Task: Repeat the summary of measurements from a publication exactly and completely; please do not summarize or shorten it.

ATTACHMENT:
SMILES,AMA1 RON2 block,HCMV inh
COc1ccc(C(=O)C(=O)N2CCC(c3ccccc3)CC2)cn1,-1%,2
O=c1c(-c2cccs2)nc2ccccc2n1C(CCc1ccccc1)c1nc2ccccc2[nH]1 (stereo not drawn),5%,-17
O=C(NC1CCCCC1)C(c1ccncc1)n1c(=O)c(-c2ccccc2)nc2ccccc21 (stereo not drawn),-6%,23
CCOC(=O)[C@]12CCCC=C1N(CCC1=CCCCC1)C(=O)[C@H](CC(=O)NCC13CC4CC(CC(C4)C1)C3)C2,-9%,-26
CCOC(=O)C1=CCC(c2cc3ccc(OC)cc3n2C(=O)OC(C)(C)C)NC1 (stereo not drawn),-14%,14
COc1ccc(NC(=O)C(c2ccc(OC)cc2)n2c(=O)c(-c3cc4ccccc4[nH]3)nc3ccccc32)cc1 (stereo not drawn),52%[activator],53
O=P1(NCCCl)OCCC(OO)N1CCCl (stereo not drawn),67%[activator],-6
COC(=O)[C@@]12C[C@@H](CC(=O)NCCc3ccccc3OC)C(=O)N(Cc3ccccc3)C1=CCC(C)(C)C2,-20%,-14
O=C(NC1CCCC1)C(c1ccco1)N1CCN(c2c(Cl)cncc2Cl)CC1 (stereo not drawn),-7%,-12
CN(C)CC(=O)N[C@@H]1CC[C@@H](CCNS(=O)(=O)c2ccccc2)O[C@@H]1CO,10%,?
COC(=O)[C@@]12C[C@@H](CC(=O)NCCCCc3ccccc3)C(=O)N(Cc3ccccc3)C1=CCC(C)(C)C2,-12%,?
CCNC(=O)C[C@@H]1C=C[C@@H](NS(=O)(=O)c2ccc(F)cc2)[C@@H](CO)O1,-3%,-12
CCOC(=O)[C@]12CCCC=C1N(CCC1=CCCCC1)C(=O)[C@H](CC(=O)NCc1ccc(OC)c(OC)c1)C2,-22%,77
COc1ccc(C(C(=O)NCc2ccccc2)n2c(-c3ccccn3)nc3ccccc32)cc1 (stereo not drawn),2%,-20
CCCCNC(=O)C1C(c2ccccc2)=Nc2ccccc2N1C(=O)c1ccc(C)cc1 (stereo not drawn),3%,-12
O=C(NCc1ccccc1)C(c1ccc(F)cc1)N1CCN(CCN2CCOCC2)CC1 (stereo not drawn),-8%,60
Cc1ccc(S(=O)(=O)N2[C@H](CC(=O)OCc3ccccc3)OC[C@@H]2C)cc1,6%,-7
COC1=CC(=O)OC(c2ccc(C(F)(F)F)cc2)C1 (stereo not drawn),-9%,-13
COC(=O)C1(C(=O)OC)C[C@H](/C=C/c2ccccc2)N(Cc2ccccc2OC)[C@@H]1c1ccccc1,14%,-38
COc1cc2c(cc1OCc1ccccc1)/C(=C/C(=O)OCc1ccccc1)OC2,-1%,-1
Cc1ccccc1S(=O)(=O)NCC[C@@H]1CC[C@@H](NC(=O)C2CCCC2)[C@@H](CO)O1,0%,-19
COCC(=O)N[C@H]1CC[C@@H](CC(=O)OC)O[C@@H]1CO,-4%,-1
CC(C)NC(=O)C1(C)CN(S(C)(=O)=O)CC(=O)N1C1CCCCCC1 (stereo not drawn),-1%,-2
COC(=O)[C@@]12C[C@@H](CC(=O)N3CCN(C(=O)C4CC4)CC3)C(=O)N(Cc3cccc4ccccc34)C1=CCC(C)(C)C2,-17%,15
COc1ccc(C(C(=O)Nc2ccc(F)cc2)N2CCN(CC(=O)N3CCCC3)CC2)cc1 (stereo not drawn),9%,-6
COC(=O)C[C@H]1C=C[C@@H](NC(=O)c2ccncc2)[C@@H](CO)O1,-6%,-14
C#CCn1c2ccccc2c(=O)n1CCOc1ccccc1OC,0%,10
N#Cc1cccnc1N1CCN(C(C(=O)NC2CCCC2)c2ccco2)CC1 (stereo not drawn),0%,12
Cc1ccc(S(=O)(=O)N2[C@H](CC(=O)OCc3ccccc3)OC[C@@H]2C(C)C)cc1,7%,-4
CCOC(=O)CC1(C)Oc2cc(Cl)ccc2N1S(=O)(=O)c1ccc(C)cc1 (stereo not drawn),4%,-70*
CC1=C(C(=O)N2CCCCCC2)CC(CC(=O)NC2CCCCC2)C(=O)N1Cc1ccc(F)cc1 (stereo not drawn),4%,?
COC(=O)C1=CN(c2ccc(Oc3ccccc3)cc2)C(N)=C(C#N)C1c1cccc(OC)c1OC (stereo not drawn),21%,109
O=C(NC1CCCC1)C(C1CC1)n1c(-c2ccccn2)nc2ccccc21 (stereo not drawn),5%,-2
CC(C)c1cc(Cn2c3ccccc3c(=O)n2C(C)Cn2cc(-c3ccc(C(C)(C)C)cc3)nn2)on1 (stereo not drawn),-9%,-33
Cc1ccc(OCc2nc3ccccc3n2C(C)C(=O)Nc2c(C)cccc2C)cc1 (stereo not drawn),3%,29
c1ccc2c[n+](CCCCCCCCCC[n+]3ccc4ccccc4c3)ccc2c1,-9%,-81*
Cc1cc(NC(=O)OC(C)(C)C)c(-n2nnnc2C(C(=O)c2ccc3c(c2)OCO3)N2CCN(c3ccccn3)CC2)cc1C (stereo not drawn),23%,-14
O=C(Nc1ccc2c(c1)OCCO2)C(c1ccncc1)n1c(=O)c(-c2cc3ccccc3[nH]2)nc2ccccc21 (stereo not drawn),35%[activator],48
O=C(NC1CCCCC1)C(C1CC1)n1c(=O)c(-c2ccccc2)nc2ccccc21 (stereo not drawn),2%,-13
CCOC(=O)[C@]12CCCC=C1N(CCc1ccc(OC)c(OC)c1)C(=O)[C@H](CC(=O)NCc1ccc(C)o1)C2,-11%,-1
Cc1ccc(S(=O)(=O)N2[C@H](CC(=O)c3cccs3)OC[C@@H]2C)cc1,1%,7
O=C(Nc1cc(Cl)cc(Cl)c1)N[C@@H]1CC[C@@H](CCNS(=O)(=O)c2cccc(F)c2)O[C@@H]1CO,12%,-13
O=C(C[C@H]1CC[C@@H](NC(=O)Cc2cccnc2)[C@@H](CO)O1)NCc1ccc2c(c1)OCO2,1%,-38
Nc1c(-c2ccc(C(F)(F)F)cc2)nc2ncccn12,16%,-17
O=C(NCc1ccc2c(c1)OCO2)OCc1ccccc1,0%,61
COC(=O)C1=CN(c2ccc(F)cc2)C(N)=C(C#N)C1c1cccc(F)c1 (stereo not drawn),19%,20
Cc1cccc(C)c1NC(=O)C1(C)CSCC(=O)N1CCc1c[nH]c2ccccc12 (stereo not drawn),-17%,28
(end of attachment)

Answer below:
SMILES,AMA1 RON2 block,HCMV inh
COc1ccc(C(=O)C(=O)N2CCC(c3ccccc3)CC2)cn1,-1%,2
O=c1c(-c2cccs2)nc2ccccc2n1C(CCc1ccccc1)c1nc2ccccc2[nH]1 (stereo not drawn),5%,-17
O=C(NC1CCCCC1)C(c1ccncc1)n1c(=O)c(-c2ccccc2)nc2ccccc21 (stereo not drawn),-6%,23
CCOC(=O)[C@]12CCCC=C1N(CCC1=CCCCC1)C(=O)[C@H](CC(=O)NCC13CC4CC(CC(C4)C1)C3)C2,-9%,-26
CCOC(=O)C1=CCC(c2cc3ccc(OC)cc3n2C(=O)OC(C)(C)C)NC1 (stereo not drawn),-14%,14
COc1ccc(NC(=O)C(c2ccc(OC)cc2)n2c(=O)c(-c3cc4ccccc4[nH]3)nc3ccccc32)cc1 (stereo not drawn),52%[activator],53
O=P1(NCCCl)OCCC(OO)N1CCCl (stereo not drawn),67%[activator],-6
COC(=O)[C@@]12C[C@@H](CC(=O)NCCc3ccccc3OC)C(=O)N(Cc3ccccc3)C1=CCC(C)(C)C2,-20%,-14
O=C(NC1CCCC1)C(c1ccco1)N1CCN(c2c(Cl)cncc2Cl)CC1 (stereo not drawn),-7%,-12
CN(C)CC(=O)N[C@@H]1CC[C@@H](CCNS(=O)(=O)c2ccccc2)O[C@@H]1CO,10%,?
COC(=O)[C@@]12C[C@@H](CC(=O)NCCCCc3ccccc3)C(=O)N(Cc3ccccc3)C1=CCC(C)(C)C2,-12%,?
CCNC(=O)C[C@@H]1C=C[C@@H](NS(=O)(=O)c2ccc(F)cc2)[C@@H](CO)O1,-3%,-12
CCOC(=O)[C@]12CCCC=C1N(CCC1=CCCCC1)C(=O)[C@H](CC(=O)NCc1ccc(OC)c(OC)c1)C2,-22%,77
COc1ccc(C(C(=O)NCc2ccccc2)n2c(-c3ccccn3)nc3ccccc32)cc1 (stereo not drawn),2%,-20
CCCCNC(=O)C1C(c2ccccc2)=Nc2ccccc2N1C(=O)c1ccc(C)cc1 (stereo not drawn),3%,-12
O=C(NCc1ccccc1)C(c1ccc(F)cc1)N1CCN(CCN2CCOCC2)CC1 (stereo not drawn),-8%,60
Cc1ccc(S(=O)(=O)N2[C@H](CC(=O)OCc3ccccc3)OC[C@@H]2C)cc1,6%,-7
COC1=CC(=O)OC(c2ccc(C(F)(F)F)cc2)C1 (stereo not drawn),-9%,-13
COC(=O)C1(C(=O)OC)C[C@H](/C=C/c2ccccc2)N(Cc2ccccc2OC)[C@@H]1c1ccccc1,14%,-38
COc1cc2c(cc1OCc1ccccc1)/C(=C/C(=O)OCc1ccccc1)OC2,-1%,-1
Cc1ccccc1S(=O)(=O)NCC[C@@H]1CC[C@@H](NC(=O)C2CCCC2)[C@@H](CO)O1,0%,-19
COCC(=O)N[C@H]1CC[C@@H](CC(=O)OC)O[C@@H]1CO,-4%,-1
CC(C)NC(=O)C1(C)CN(S(C)(=O)=O)CC(=O)N1C1CCCCCC1 (stereo not drawn),-1%,-2
COC(=O)[C@@]12C[C@@H](CC(=O)N3CCN(C(=O)C4CC4)CC3)C(=O)N(Cc3cccc4ccccc34)C1=CCC(C)(C)C2,-17%,15
COc1ccc(C(C(=O)Nc2ccc(F)cc2)N2CCN(CC(=O)N3CCCC3)CC2)cc1 (stereo not drawn),9%,-6
COC(=O)C[C@H]1C=C[C@@H](NC(=O)c2ccncc2)[C@@H](CO)O1,-6%,-14
C#CCn1c2ccccc2c(=O)n1CCOc1ccccc1OC,0%,10
N#Cc1cccnc1N1CCN(C(C(=O)NC2CCCC2)c2ccco2)CC1 (stereo not drawn),0%,12
Cc1ccc(S(=O)(=O)N2[C@H](CC(=O)OCc3ccccc3)OC[C@@H]2C(C)C)cc1,7%,-4
CCOC(=O)CC1(C)Oc2cc(Cl)ccc2N1S(=O)(=O)c1ccc(C)cc1 (stereo not drawn),4%,-70*
CC1=C(C(=O)N2CCCCCC2)CC(CC(=O)NC2CCCCC2)C(=O)N1Cc1ccc(F)cc1 (stereo not drawn),4%,?
COC(=O)C1=CN(c2ccc(Oc3ccccc3)cc2)C(N)=C(C#N)C1c1cccc(OC)c1OC (stereo not drawn),21%,109
O=C(NC1CCCC1)C(C1CC1)n1c(-c2ccccn2)nc2ccccc21 (stereo not drawn),5%,-2
CC(C)c1cc(Cn2c3ccccc3c(=O)n2C(C)Cn2cc(-c3ccc(C(C)(C)C)cc3)nn2)on1 (stereo not drawn),-9%,-33
Cc1ccc(OCc2nc3ccccc3n2C(C)C(=O)Nc2c(C)cccc2C)cc1 (stereo not drawn),3%,29
c1ccc2c[n+](CCCCCCCCCC[n+]3ccc4ccccc4c3)ccc2c1,-9%,-81*
Cc1cc(NC(=O)OC(C)(C)C)c(-n2nnnc2C(C(=O)c2ccc3c(c2)OCO3)N2CCN(c3ccccn3)CC2)cc1C (stereo not drawn),23%,-14
O=C(Nc1ccc2c(c1)OCCO2)C(c1ccncc1)n1c(=O)c(-c2cc3ccccc3[nH]2)nc2ccccc21 (stereo not drawn),35%[activator],48
O=C(NC1CCCCC1)C(C1CC1)n1c(=O)c(-c2ccccc2)nc2ccccc21 (stereo not drawn),2%,-13
CCOC(=O)[C@]12CCCC=C1N(CCc1ccc(OC)c(OC)c1)C(=O)[C@H](CC(=O)NCc1ccc(C)o1)C2,-11%,-1
Cc1ccc(S(=O)(=O)N2[C@H](CC(=O)c3cccs3)OC[C@@H]2C)cc1,1%,7
O=C(Nc1cc(Cl)cc(Cl)c1)N[C@@H]1CC[C@@H](CCNS(=O)(=O)c2cccc(F)c2)O[C@@H]1CO,12%,-13
O=C(C[C@H]1CC[C@@H](NC(=O)Cc2cccnc2)[C@@H](CO)O1)NCc1ccc2c(c1)OCO2,1%,-38
Nc1c(-c2ccc(C(F)(F)F)cc2)nc2ncccn12,16%,-17
O=C(NCc1ccc2c(c1)OCO2)OCc1ccccc1,0%,61
COC(=O)C1=CN(c2ccc(F)cc2)C(N)=C(C#N)C1c1cccc(F)c1 (stereo not drawn),19%,20
Cc1cccc(C)c1NC(=O)C1(C)CSCC(=O)N1CCc1c[nH]c2ccccc12 (stereo not drawn),-17%,28